Sunday, January 13, 2013

Following Jesus in Baptism

Sunday: 13 January, 2013 –– The Baptism of the Lord
Isaiah 40:5, 9–11 / Titus 2:11–14; 3:4–7 / Luke 3:15–16, 21–22
Following Jesus in Baptism

Catholic identity is grounded in Baptism. I have found that many Catholics do not have a good understanding of what the Sacrament of Baptism means (especially its personal and practical implications), but they know it’s important and young Catholic parents want their children baptized. 

Some seem to think Baptism is a free ticket to heaven. It’s as if it’s the corollary to the Evangelical question: Have you accepted Jesus as your personal Savior? What does Baptism mean for our salvation?

On this Sunday the Church celebrates the baptism of Jesus Christ. It's an event that is recorded in all four gospels, so we know it's important. But there's a question that has puzzled Christians all down through the ages: Why was Jesus baptized?

Baptism does not have a strong Old Testament context. John’s baptism of repentance was a bridge. There is the inherent message that we need to be cleansed.

According to the Catechism of the Catholic Church, baptismal grace means forgiveness of original sin and all personal sins, and birth into the new life by which a person becomes a temple of the Holy Spirit and incorporated into the Church, the Body of Christ....  [CCC 1279].

Jesus didn't need any of those things! So, why was he baptized?

The whole life of Jesus is ultimately a mystery. Christian Faith confesses Jesus Christ as fully God and fully Man, but how the two inter-relate has been the basis of two major heresies and remains a mystery. It does seem that at his baptism, the man Jesus entered more fully into his identity and embraced his mission.

We can be sure of one thing: the baptism of Jesus is part of his mission, and his mission is clearly stated in the Scriptures: The angel told Joseph: he will save his people from their sins (Mtt 1:21).

How does Jesus save us? The Scriptures give more answers than I can include here. Today’s epistle reading is an extended treatise on salvation. More succinct verses tell us:

[God] made him to be sin who knew no sin, so that in him we might become the righteousness of God (2Cor 5:21).

In him we have redemption through his blood, the forgiveness of our trespasses (Eph 1:7).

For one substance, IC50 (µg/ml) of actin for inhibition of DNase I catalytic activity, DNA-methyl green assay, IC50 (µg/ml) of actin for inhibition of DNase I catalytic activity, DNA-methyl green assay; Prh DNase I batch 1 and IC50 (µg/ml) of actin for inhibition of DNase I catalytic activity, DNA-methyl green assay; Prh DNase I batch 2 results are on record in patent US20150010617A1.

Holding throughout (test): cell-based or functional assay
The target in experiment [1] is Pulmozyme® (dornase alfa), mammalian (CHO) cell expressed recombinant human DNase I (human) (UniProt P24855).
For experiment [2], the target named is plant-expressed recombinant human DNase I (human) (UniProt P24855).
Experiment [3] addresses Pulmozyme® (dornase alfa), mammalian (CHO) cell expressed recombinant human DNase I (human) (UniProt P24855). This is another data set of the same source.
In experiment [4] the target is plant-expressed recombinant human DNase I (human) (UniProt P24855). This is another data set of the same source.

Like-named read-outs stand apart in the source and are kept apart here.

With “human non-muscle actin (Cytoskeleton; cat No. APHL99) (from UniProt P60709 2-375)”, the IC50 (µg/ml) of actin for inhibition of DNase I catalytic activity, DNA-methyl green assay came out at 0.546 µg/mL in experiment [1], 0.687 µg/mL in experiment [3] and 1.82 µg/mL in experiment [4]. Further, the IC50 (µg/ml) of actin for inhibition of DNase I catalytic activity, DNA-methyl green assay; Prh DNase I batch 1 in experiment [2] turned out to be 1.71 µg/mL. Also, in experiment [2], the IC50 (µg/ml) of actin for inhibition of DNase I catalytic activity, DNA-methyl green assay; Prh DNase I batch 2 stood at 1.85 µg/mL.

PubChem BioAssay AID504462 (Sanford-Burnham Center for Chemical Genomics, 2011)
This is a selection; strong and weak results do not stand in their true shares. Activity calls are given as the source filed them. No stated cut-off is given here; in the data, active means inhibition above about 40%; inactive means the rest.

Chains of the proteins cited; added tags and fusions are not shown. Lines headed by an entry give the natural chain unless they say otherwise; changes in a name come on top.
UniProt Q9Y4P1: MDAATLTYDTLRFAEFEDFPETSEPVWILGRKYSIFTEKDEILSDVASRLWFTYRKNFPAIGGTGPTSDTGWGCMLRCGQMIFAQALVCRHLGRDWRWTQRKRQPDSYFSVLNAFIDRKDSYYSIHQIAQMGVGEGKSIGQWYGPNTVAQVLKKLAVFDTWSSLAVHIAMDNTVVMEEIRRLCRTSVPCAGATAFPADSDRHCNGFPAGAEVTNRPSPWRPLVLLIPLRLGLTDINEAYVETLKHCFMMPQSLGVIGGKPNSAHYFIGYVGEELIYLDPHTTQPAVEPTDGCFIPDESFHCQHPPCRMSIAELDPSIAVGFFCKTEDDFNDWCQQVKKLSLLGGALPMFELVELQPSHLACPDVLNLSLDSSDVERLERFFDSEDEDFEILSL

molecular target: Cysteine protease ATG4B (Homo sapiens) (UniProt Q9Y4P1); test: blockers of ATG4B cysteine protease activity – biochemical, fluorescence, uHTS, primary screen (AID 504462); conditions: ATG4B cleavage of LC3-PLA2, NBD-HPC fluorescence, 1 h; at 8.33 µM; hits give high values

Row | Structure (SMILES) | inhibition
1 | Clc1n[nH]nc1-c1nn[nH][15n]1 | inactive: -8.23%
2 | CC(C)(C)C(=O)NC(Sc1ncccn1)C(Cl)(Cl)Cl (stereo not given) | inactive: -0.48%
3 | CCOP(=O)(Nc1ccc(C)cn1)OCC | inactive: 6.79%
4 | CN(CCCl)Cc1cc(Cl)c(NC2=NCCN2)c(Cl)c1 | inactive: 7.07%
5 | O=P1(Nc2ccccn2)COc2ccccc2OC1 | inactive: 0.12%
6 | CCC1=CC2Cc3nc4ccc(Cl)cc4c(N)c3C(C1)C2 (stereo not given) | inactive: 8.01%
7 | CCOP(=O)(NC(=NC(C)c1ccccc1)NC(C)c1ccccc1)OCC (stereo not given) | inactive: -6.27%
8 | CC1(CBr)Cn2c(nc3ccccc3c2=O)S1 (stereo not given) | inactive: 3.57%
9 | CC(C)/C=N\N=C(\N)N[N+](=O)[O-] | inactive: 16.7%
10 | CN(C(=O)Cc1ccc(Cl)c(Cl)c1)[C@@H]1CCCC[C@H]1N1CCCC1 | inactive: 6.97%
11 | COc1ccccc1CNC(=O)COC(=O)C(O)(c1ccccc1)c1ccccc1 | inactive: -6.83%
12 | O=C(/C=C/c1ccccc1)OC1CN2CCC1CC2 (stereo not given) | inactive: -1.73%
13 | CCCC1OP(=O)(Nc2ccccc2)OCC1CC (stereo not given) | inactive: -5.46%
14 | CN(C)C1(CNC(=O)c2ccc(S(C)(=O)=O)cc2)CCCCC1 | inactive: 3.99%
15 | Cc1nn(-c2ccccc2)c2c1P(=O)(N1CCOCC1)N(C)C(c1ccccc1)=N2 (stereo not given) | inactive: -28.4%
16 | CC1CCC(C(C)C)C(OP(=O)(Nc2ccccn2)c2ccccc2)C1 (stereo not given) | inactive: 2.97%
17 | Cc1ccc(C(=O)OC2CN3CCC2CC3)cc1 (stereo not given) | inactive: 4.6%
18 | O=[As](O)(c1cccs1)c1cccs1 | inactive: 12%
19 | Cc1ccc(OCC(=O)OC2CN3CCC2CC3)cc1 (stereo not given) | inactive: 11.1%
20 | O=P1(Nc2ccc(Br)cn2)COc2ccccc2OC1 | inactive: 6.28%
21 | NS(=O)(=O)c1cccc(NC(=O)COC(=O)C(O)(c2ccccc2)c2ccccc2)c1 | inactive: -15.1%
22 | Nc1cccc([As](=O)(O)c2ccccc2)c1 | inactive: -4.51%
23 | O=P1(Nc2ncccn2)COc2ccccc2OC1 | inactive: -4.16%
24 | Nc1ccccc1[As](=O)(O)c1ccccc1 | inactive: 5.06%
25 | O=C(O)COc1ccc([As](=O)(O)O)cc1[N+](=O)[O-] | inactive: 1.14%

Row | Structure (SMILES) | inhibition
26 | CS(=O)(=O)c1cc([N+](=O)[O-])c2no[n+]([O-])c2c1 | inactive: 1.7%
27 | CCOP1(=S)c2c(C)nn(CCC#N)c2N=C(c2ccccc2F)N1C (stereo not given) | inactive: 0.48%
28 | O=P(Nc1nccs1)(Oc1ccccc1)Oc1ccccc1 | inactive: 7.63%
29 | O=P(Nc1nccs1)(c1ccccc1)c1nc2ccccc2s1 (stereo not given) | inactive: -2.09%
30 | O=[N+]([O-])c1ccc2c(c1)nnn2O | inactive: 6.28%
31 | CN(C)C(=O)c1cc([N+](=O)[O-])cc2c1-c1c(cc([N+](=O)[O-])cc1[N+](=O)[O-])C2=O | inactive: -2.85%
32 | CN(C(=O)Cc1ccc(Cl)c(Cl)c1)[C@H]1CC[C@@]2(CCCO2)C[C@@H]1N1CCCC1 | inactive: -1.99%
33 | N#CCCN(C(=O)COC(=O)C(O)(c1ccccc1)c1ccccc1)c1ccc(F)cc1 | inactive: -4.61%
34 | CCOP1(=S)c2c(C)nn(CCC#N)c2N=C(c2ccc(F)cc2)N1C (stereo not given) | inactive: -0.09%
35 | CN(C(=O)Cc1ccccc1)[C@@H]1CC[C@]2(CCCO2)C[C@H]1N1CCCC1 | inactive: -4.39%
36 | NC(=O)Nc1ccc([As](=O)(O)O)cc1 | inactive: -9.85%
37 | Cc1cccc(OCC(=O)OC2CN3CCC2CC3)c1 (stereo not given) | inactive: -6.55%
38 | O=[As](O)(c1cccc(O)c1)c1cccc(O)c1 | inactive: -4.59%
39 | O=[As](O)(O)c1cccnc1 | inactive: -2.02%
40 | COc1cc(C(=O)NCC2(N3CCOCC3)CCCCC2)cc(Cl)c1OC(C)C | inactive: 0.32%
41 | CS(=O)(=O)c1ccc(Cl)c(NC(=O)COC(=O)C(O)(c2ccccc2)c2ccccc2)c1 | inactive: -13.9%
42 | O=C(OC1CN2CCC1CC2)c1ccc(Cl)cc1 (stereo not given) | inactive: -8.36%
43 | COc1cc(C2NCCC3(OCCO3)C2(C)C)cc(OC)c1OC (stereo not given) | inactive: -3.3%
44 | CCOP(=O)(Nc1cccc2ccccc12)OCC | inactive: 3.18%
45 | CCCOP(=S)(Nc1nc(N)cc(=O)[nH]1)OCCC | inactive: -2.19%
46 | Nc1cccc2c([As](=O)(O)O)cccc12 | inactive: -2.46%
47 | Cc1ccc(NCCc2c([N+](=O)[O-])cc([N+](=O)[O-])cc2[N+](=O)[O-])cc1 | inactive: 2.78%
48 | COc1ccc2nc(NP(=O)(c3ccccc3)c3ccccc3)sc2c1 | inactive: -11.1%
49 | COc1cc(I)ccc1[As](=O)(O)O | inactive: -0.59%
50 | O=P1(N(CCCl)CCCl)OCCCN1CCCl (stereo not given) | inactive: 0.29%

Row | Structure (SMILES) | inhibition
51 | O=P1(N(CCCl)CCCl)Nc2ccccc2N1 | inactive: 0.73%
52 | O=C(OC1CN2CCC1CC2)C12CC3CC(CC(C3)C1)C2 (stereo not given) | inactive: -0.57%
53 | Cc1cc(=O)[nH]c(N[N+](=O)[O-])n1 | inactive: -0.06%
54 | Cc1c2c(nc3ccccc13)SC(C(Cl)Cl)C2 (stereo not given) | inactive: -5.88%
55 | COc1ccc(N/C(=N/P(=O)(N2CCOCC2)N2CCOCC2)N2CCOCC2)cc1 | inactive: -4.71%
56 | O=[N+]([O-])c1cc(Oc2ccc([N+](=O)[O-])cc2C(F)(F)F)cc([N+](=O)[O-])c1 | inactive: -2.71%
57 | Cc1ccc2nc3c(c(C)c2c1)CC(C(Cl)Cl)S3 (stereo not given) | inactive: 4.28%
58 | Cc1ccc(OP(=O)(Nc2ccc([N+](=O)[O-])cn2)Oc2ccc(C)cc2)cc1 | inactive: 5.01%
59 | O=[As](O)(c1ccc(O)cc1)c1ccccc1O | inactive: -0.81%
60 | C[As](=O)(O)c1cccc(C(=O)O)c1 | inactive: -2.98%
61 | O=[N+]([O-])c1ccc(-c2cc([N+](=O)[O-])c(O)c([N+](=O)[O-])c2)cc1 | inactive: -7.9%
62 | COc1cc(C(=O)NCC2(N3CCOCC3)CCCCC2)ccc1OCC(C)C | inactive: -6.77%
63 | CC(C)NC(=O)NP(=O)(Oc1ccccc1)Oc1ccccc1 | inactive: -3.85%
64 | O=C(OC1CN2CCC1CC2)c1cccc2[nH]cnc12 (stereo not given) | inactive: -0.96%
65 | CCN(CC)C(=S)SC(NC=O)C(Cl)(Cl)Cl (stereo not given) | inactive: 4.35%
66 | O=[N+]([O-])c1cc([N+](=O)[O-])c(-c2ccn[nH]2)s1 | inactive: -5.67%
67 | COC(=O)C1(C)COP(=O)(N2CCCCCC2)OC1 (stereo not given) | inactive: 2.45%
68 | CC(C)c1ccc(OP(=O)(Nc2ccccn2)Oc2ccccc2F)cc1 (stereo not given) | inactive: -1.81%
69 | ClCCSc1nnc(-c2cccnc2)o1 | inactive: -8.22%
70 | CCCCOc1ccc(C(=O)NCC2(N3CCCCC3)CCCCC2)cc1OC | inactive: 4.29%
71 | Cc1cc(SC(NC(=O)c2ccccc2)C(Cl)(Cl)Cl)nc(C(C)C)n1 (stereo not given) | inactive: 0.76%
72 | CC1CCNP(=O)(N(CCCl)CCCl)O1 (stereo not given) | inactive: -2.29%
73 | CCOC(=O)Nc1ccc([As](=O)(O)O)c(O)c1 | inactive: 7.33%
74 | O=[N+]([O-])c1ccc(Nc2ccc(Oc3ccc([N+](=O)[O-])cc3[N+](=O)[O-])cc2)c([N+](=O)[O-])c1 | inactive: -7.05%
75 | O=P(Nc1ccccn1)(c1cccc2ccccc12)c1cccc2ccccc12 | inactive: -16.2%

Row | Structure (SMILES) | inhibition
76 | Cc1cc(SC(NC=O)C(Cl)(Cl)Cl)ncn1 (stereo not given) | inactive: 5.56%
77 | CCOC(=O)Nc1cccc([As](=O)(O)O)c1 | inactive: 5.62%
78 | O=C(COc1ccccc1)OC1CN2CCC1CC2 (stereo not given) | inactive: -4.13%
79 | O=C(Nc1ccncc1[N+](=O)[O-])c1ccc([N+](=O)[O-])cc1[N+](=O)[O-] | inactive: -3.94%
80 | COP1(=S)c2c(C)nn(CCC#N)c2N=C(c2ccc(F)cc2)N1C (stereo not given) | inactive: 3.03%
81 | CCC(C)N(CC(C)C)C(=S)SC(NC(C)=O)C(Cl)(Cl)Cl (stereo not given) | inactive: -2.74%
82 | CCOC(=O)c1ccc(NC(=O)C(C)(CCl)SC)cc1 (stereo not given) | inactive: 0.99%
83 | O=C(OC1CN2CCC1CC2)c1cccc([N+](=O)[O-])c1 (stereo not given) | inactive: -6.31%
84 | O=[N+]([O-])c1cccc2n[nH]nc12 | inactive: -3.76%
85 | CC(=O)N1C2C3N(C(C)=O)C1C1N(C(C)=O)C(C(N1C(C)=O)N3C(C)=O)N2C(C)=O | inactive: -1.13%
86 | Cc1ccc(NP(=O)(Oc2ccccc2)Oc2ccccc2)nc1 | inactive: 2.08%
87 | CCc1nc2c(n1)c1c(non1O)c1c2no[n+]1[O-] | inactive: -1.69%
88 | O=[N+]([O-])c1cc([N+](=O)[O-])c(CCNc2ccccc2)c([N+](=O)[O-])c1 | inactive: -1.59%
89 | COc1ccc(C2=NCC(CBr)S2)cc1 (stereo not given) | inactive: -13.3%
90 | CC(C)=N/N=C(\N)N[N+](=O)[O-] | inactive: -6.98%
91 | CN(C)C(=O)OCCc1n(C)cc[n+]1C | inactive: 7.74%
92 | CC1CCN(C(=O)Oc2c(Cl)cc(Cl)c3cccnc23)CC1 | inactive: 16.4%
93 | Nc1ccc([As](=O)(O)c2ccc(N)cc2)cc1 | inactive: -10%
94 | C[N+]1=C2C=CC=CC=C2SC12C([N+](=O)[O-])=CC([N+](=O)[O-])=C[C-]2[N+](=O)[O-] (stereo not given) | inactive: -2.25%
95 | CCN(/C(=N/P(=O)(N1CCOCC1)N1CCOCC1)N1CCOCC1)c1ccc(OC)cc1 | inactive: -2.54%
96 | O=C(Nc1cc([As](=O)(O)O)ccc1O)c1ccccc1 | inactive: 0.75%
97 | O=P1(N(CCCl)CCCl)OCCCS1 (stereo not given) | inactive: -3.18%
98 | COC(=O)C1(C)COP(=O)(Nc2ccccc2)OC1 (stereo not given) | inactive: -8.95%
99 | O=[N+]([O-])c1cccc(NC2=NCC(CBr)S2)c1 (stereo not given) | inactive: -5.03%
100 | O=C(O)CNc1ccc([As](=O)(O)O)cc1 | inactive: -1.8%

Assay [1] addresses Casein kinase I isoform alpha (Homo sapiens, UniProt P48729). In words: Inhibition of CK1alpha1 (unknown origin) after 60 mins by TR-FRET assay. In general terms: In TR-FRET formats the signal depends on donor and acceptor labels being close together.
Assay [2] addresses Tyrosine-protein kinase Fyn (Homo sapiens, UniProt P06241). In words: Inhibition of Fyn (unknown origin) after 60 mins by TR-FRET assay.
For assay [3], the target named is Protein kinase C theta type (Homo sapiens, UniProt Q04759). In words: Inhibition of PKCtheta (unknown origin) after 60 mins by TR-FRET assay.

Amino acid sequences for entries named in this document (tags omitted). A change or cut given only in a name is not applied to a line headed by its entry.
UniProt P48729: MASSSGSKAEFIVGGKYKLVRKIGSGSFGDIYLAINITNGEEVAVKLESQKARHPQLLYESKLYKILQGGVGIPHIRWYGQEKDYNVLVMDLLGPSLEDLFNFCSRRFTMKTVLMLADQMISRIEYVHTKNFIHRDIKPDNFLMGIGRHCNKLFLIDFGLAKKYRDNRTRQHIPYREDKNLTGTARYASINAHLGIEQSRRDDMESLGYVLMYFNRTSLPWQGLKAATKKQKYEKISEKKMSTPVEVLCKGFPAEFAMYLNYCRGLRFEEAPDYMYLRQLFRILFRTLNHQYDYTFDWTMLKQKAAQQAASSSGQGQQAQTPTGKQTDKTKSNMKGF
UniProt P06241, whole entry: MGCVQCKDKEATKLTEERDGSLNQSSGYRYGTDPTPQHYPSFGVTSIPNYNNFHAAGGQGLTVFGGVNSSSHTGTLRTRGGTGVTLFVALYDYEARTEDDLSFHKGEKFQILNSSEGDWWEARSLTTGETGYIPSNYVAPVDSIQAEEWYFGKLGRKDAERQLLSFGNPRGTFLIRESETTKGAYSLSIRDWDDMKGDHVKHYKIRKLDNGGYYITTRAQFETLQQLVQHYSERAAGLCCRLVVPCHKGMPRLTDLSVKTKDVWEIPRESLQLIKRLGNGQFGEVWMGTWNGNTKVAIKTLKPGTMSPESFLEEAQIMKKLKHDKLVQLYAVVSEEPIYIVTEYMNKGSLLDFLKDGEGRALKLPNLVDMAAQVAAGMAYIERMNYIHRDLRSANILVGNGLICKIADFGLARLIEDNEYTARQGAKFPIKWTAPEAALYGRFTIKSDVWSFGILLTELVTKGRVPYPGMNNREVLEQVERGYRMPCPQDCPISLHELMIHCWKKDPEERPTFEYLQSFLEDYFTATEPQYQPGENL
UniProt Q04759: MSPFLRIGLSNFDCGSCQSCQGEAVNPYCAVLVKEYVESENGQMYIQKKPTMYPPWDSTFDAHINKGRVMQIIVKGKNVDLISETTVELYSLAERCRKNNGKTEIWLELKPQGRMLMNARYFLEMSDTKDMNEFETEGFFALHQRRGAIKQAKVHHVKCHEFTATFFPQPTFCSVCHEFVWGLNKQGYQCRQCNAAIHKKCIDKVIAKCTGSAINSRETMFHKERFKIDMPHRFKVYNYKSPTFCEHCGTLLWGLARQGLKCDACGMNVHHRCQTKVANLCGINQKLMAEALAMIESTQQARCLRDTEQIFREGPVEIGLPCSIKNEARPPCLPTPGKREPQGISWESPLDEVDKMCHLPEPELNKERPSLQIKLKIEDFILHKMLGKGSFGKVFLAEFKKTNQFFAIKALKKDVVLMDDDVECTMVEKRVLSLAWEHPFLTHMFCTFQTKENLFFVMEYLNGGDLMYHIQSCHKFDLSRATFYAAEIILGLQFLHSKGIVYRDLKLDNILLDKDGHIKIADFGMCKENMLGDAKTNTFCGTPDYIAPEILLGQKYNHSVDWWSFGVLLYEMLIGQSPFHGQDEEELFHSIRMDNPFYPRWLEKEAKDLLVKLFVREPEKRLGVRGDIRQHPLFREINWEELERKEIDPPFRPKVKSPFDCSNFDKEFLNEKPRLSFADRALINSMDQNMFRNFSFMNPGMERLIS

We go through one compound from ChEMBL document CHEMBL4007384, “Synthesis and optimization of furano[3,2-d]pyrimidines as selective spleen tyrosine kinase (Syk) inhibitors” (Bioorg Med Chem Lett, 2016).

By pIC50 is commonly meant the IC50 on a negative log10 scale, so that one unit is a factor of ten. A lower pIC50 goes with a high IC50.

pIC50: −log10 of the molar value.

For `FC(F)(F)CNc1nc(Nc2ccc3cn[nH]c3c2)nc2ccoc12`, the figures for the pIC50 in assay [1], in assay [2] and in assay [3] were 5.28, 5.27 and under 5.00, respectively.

....all of us who have been baptized into Christ Jesus were baptized into his death (Rom 6:3)
This last verse from St Paul’s fullest teaching on salvation gives an explicit connection with a Christian’s baptism, which is meant to portray dying to sin and rising to new life. But again, why did Jesus himself need to be baptized?

Here is the “heart” of what I want you to grasp: To save us, Jesus goes ahead of us and gives us a path to follow. Particularly, in his death he was taking upon himself our death. In his resurrection Jesus destroyed the power of death. When we follow Jesus, we too die to sin and thus have the hope of resurrection to eternal life.

This is the way we understand Baptism.  To take our sins upon himself and die our death, Jesus submitted to baptism to take the initial step of identifying with sinners so he could take the path to the cross to be our Savior. It was one more way the Son of God humbled himself to do for us what we could never do for ourselves.

Hear what the Church says in the Catechism: “Baptism is the first and chief sacrament of forgiveness of sins because it unites us with Christ, who died for our sins and rose for our justification, so that we too might walk in newness of life” (CCC #977). Jesus became like us in every way but sin so that we could become like him. Baptism is the first step in the process of becoming a saint! This is the highest calling in the world.

It is important to know, however, that Baptism is not an end in itself; it is the “gateway to life in the Spirit and the door which gives access to the other sacraments” (CCC #1214, emphasis added).  Unfortunately, not all baptized people live up to their baptism –– “the grace of Baptism delivers no one from all the weakness of nature” (CCC #978). But here is the issue for us on this day that we honor the baptism of the Lord: Am I living out of my Baptism?  

Being baptized into Jesus Christ is our highest calling. Nothing is greater than being identified with Jesus Christ. The implications are eternal.

As I progressed in my journey into the Church –– as I began to understood more of the tangible things that mark Catholic life –– I was pulled into the power of the Sacraments. I began to think more about my own Baptism (which, until then, had merely been some almost forgotten event in my past history). When I came to understand that entering the church and making the sign of the cross with holy water was a recall of my Baptism, I really started to take notice.

I want to challenge you to do something I have done ever since I learned this lesson. I use that simple gesture to consciously renew my Baptism. I try to enter the church early enough not to be hurried, so that I can focus on what I am doing, and then as I dip my finger into the water, I offer a prayer that goes something like this:  I belong to you, my Lord. I give myself to you fresh and new. Let the power of your baptismal waters again make me clean and totally yours. In your grace, never let me make this a mindless, mechanical gesture.

Jesus Christ gave his life for your salvation. He suffered death for you. He rose from the dead for you. And he initiated it by being baptized for you. Christian Baptism marks who we are.

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